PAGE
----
Our results are robust in a variety of dimensions. First, a comparison of parametric and semi-parametric models indicates a low risk of misspecification of our baseline model. Second, we control for unobserved heterogeneity by including individual random effects. Third, our results are robust for alternative definitions of the treatment and the control group. We assumed in the baseline model that individuals are not financially constrained if their parents’ wealth is at least 50.000 euro. Since this threshold is arbitrary, we test a threshold value of 100.000 euro of financial wealth as well. The key results do not change. We control the level of parents’ financial wealth by the number of children, with little effect on the hazard ratio. When we use parents’ housing wealth less mortgage instead of financial wealth, the hazard ratio gets close to one, but we believe housing wealth is an inferior proxy compared to financial wealth due to its illiquid nature.


Detractors of LTV-limit reductions are often worried about potential borrowers needing to save longer, before being able to purchase their first home. So we contribute to the discussion about further tightening the LTV limit. We cannot say whether a further cut will have greater effects, but we show that the effect of the earlier cut is limited and entails a modest slowdown in the timing of purchases. We also show that the growth of house prices has a leverage effect on the down payment, as the LTV limit is procyclical (when prices increase, borrowers can obtain more debt if their income allows). This may be a reason to implement policies that oppose this leverage cycle, such as phasing out tax incentives to debt.

The average duration between an individual’s 18th birthday and first-time home ownership has increased since the introduction of the LTV limit, but not because of it. We find little difference between the treatment and control group. This finding suggests that the increase in duration until home ownership is mainly caused by housing market developments, notably rapidly increasing house prices, and not by the LTV policy. A potential explanation for the limited effect of the LTV limit on the transition to home ownership could be that Debt-Service-to-Income limits bind first and that LTV limits simply impose a choice of what to buy and when, given the maximum amount of potential debt. Alternatively, the effect could be local, as the reduction from 106% to 100% in 7 years was small and slow; we cannot exclude that further reduction could entail larger side effects.


Bank for International Settlements. (2019). Examining macroprudential policy and its macroeconomic effects - some new evidence (Working Paper No. 825). Bank for International Settlements.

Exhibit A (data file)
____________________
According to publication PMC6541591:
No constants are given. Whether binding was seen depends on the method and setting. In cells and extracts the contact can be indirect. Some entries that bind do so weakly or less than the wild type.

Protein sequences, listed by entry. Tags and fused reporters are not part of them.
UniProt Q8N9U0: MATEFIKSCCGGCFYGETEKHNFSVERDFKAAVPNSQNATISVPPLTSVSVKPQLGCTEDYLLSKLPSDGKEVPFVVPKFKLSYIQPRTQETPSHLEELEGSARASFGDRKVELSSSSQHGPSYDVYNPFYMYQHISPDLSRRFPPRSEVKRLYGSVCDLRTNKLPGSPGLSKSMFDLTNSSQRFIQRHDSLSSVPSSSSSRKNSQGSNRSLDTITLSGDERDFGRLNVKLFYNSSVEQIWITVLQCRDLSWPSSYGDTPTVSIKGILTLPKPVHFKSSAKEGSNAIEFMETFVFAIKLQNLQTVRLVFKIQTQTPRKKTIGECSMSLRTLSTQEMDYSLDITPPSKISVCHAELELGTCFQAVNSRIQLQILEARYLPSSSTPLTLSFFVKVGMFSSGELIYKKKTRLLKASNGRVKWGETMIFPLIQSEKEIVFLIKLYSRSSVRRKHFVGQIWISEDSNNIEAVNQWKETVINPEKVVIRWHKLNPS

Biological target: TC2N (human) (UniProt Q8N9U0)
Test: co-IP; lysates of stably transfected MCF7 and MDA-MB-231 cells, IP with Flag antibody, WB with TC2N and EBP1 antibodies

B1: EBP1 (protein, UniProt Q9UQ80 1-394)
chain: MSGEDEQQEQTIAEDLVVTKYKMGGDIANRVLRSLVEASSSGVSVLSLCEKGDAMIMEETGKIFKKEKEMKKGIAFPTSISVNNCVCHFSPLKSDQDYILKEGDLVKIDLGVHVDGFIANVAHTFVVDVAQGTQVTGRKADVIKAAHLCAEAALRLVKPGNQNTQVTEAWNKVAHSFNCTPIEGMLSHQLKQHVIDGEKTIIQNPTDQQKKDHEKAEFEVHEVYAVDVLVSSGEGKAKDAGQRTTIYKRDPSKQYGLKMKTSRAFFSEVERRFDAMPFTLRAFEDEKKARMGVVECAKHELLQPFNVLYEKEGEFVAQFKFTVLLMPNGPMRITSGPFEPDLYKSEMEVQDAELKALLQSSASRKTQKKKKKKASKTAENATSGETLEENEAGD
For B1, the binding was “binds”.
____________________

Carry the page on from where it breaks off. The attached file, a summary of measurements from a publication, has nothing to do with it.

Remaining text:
Boehm, T. P., and Schlottmann, A. M. (2014). The dynamics of housing tenure choice: Lessons from Germany and the United States. Journal of Housing Economics, 25, 1.

Brueckner, J. K. (1986). The downpayment constraint and housing tenure choice: A simplified exposition. Regional Science and Urban Economics, 16 (4), 519-525.

De Nederlandsche Bank. (2015). Effects of further reductions in the ltv limit (DNB Occasional Study No. 1302). Dutch Central Bank, Research Department.

Elbourne, A., Soederhuizen, B., and Teulings, R. (2020). De effecten van macroprudentieel beleid op de woningmarkt. Centraal Planbureau.

Galati, G., and Moessner, R. (2011). Macroprudential policy - a literature review (Working Paper No. 337). Bank for International Settlements.

Statistics Netherlands. (2021). Bestaande koopwoningen; verkoopprijzen prijsindex 2015=100.


About the authors

Cindy Biesenbeek is an Economist at the Economic Policy and Research Department at De Nederlandsche Bank (DNB) and a Ph.D. candidate at University of Groningen.

Mauro Mastrogiacomo is a researcher at the Economisch Policy Department at DNB and an associate professor at the department of Economics of the Vrije Universiteit Amsterdam.

Rob Alessie is Professor Micro-econometrics at the University of Groningen.

Jakob de Haan is Professor of Political Economy at the University of Groningen, the Netherlands. Currently, he is the President of SUERF. Jakob has published extensively on issues like fiscal policy, public debt, monetary policy, central bank independence and transparency, exchange rates, banking, financial sector supervision, income inequality, political and economic freedom and European integration. Have a look at his personal website for more information.

SUERF Policy Briefs (SPBs) serve to promote SUERF Members’ economic views and research findings as well as economic policy-oriented analyses. They address topical issues and propose solutions to current economic and financial challenges. SPBs serve to increase the international visibility of SUERF Members’ analyses and research. The views expressed are those of the author(s) and not necessarily those of the institution(s) with which the author(s) is/are affiliated.

Editorial Board: Ernest Gnan, Frank Lierman, David T. Llewellyn, Donato Masciandaro, Natacha Valla.